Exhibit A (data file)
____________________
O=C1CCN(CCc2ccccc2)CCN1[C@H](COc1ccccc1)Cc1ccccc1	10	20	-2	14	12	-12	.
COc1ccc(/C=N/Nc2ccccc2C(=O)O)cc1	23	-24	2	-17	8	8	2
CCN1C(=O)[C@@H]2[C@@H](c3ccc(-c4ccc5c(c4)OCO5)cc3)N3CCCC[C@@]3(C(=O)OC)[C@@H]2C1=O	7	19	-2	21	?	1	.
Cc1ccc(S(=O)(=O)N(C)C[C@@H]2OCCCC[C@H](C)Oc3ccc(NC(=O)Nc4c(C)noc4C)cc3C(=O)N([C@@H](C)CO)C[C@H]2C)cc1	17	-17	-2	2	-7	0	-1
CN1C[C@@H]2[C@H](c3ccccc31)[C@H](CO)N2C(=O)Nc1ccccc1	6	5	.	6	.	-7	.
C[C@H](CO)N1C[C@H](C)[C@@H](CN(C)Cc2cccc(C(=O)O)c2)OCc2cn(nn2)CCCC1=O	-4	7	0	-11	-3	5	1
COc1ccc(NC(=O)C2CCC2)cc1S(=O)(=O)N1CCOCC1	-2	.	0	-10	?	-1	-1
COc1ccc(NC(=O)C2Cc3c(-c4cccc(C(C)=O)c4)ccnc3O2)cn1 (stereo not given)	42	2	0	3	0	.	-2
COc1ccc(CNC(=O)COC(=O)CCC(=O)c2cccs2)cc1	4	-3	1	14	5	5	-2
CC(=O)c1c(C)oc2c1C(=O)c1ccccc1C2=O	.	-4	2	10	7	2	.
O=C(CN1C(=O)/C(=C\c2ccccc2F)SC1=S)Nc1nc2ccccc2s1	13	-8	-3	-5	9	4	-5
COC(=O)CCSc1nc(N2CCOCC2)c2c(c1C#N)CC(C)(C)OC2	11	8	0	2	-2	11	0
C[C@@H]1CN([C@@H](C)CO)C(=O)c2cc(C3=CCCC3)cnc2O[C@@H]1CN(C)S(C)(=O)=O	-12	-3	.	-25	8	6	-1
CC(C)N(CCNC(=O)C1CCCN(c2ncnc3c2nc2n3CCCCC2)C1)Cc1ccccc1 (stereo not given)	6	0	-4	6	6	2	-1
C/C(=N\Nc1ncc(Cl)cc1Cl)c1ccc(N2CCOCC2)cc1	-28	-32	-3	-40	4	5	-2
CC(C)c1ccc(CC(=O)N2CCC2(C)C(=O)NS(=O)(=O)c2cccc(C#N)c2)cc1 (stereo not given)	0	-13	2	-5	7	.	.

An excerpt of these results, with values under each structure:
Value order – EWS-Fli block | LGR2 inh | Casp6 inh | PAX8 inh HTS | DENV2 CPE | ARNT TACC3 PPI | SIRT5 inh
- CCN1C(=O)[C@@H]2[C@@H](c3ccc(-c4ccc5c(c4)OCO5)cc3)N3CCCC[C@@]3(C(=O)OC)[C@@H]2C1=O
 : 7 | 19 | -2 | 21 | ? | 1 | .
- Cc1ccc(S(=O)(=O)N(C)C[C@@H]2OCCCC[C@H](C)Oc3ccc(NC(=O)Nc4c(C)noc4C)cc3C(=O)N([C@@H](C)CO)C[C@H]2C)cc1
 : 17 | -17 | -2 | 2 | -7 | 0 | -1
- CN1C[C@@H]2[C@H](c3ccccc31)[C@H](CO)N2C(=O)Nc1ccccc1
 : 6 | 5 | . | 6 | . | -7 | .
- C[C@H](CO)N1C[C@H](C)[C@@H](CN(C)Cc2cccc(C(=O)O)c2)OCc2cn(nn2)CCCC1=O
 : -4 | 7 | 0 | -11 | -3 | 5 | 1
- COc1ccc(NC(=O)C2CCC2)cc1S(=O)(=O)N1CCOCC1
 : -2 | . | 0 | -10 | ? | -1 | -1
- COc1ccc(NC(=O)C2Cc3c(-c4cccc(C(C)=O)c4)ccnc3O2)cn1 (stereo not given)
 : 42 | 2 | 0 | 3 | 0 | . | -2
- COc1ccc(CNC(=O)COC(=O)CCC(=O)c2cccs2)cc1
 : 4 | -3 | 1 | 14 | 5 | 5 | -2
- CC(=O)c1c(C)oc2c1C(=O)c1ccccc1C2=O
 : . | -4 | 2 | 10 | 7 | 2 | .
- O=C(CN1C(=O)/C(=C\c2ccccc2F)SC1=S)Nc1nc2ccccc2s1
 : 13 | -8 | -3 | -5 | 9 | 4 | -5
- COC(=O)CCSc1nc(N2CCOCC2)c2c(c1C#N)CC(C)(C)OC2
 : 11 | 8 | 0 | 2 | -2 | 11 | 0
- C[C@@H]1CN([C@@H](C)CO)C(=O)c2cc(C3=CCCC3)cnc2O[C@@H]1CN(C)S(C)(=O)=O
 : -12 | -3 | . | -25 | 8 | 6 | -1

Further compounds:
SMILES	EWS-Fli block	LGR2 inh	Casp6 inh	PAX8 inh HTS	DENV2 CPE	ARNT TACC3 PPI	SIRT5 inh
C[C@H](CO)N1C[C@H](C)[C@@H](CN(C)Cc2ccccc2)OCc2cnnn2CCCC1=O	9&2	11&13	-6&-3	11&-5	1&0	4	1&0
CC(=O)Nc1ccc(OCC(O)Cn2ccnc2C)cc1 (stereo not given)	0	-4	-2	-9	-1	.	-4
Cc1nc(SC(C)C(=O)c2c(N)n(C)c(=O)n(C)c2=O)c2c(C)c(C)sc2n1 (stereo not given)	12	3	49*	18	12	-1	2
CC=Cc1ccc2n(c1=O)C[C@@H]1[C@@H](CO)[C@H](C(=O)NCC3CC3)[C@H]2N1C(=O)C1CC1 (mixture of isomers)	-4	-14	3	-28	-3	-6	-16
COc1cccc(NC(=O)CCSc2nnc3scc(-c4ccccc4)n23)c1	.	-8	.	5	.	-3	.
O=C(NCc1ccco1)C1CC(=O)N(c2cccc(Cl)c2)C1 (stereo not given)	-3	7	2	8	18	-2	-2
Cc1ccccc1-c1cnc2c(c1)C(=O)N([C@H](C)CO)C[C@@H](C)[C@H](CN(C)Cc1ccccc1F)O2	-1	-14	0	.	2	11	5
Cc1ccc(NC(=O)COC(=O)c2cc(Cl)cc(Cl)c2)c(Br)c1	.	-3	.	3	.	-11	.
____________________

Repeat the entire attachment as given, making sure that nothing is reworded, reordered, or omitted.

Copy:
O=C1CCN(CCc2ccccc2)CCN1[C@H](COc1ccccc1)Cc1ccccc1	10	20	-2	14	12	-12	.
COc1ccc(/C=N/Nc2ccccc2C(=O)O)cc1	23	-24	2	-17	8	8	2
CCN1C(=O)[C@@H]2[C@@H](c3ccc(-c4ccc5c(c4)OCO5)cc3)N3CCCC[C@@]3(C(=O)OC)[C@@H]2C1=O	7	19	-2	21	?	1	.
Cc1ccc(S(=O)(=O)N(C)C[C@@H]2OCCCC[C@H](C)Oc3ccc(NC(=O)Nc4c(C)noc4C)cc3C(=O)N([C@@H](C)CO)C[C@H]2C)cc1	17	-17	-2	2	-7	0	-1
CN1C[C@@H]2[C@H](c3ccccc31)[C@H](CO)N2C(=O)Nc1ccccc1	6	5	.	6	.	-7	.
C[C@H](CO)N1C[C@H](C)[C@@H](CN(C)Cc2cccc(C(=O)O)c2)OCc2cn(nn2)CCCC1=O	-4	7	0	-11	-3	5	1
COc1ccc(NC(=O)C2CCC2)cc1S(=O)(=O)N1CCOCC1	-2	.	0	-10	?	-1	-1
COc1ccc(NC(=O)C2Cc3c(-c4cccc(C(C)=O)c4)ccnc3O2)cn1 (stereo not given)	42	2	0	3	0	.	-2
COc1ccc(CNC(=O)COC(=O)CCC(=O)c2cccs2)cc1	4	-3	1	14	5	5	-2
CC(=O)c1c(C)oc2c1C(=O)c1ccccc1C2=O	.	-4	2	10	7	2	.
O=C(CN1C(=O)/C(=C\c2ccccc2F)SC1=S)Nc1nc2ccccc2s1	13	-8	-3	-5	9	4	-5
COC(=O)CCSc1nc(N2CCOCC2)c2c(c1C#N)CC(C)(C)OC2	11	8	0	2	-2	11	0
C[C@@H]1CN([C@@H](C)CO)C(=O)c2cc(C3=CCCC3)cnc2O[C@@H]1CN(C)S(C)(=O)=O	-12	-3	.	-25	8	6	-1
CC(C)N(CCNC(=O)C1CCCN(c2ncnc3c2nc2n3CCCCC2)C1)Cc1ccccc1 (stereo not given)	6	0	-4	6	6	2	-1
C/C(=N\Nc1ncc(Cl)cc1Cl)c1ccc(N2CCOCC2)cc1	-28	-32	-3	-40	4	5	-2
CC(C)c1ccc(CC(=O)N2CCC2(C)C(=O)NS(=O)(=O)c2cccc(C#N)c2)cc1 (stereo not given)	0	-13	2	-5	7	.	.

An excerpt of these results, with values under each structure:
Value order – EWS-Fli block | LGR2 inh | Casp6 inh | PAX8 inh HTS | DENV2 CPE | ARNT TACC3 PPI | SIRT5 inh
- CCN1C(=O)[C@@H]2[C@@H](c3ccc(-c4ccc5c(c4)OCO5)cc3)N3CCCC[C@@]3(C(=O)OC)[C@@H]2C1=O
 : 7 | 19 | -2 | 21 | ? | 1 | .
- Cc1ccc(S(=O)(=O)N(C)C[C@@H]2OCCCC[C@H](C)Oc3ccc(NC(=O)Nc4c(C)noc4C)cc3C(=O)N([C@@H](C)CO)C[C@H]2C)cc1
 : 17 | -17 | -2 | 2 | -7 | 0 | -1
- CN1C[C@@H]2[C@H](c3ccccc31)[C@H](CO)N2C(=O)Nc1ccccc1
 : 6 | 5 | . | 6 | . | -7 | .
- C[C@H](CO)N1C[C@H](C)[C@@H](CN(C)Cc2cccc(C(=O)O)c2)OCc2cn(nn2)CCCC1=O
 : -4 | 7 | 0 | -11 | -3 | 5 | 1
- COc1ccc(NC(=O)C2CCC2)cc1S(=O)(=O)N1CCOCC1
 : -2 | . | 0 | -10 | ? | -1 | -1
- COc1ccc(NC(=O)C2Cc3c(-c4cccc(C(C)=O)c4)ccnc3O2)cn1 (stereo not given)
 : 42 | 2 | 0 | 3 | 0 | . | -2
- COc1ccc(CNC(=O)COC(=O)CCC(=O)c2cccs2)cc1
 : 4 | -3 | 1 | 14 | 5 | 5 | -2
- CC(=O)c1c(C)oc2c1C(=O)c1ccccc1C2=O
 : . | -4 | 2 | 10 | 7 | 2 | .
- O=C(CN1C(=O)/C(=C\c2ccccc2F)SC1=S)Nc1nc2ccccc2s1
 : 13 | -8 | -3 | -5 | 9 | 4 | -5
- COC(=O)CCSc1nc(N2CCOCC2)c2c(c1C#N)CC(C)(C)OC2
 : 11 | 8 | 0 | 2 | -2 | 11 | 0
- C[C@@H]1CN([C@@H](C)CO)C(=O)c2cc(C3=CCCC3)cnc2O[C@@H]1CN(C)S(C)(=O)=O
 : -12 | -3 | . | -25 | 8 | 6 | -1

Further compounds:
SMILES	EWS-Fli block	LGR2 inh	Casp6 inh	PAX8 inh HTS	DENV2 CPE	ARNT TACC3 PPI	SIRT5 inh
C[C@H](CO)N1C[C@H](C)[C@@H](CN(C)Cc2ccccc2)OCc2cnnn2CCCC1=O	9&2	11&13	-6&-3	11&-5	1&0	4	1&0
CC(=O)Nc1ccc(OCC(O)Cn2ccnc2C)cc1 (stereo not given)	0	-4	-2	-9	-1	.	-4
Cc1nc(SC(C)C(=O)c2c(N)n(C)c(=O)n(C)c2=O)c2c(C)c(C)sc2n1 (stereo not given)	12	3	49*	18	12	-1	2
CC=Cc1ccc2n(c1=O)C[C@@H]1[C@@H](CO)[C@H](C(=O)NCC3CC3)[C@H]2N1C(=O)C1CC1 (mixture of isomers)	-4	-14	3	-28	-3	-6	-16
COc1cccc(NC(=O)CCSc2nnc3scc(-c4ccccc4)n23)c1	.	-8	.	5	.	-3	.
O=C(NCc1ccco1)C1CC(=O)N(c2cccc(Cl)c2)C1 (stereo not given)	-3	7	2	8	18	-2	-2
Cc1ccccc1-c1cnc2c(c1)C(=O)N([C@H](C)CO)C[C@@H](C)[C@H](CN(C)Cc1ccccc1F)O2	-1	-14	0	.	2	11	5
Cc1ccc(NC(=O)COC(=O)c2cc(Cl)cc(Cl)c2)c(Br)c1	.	-3	.	3	.	-11	.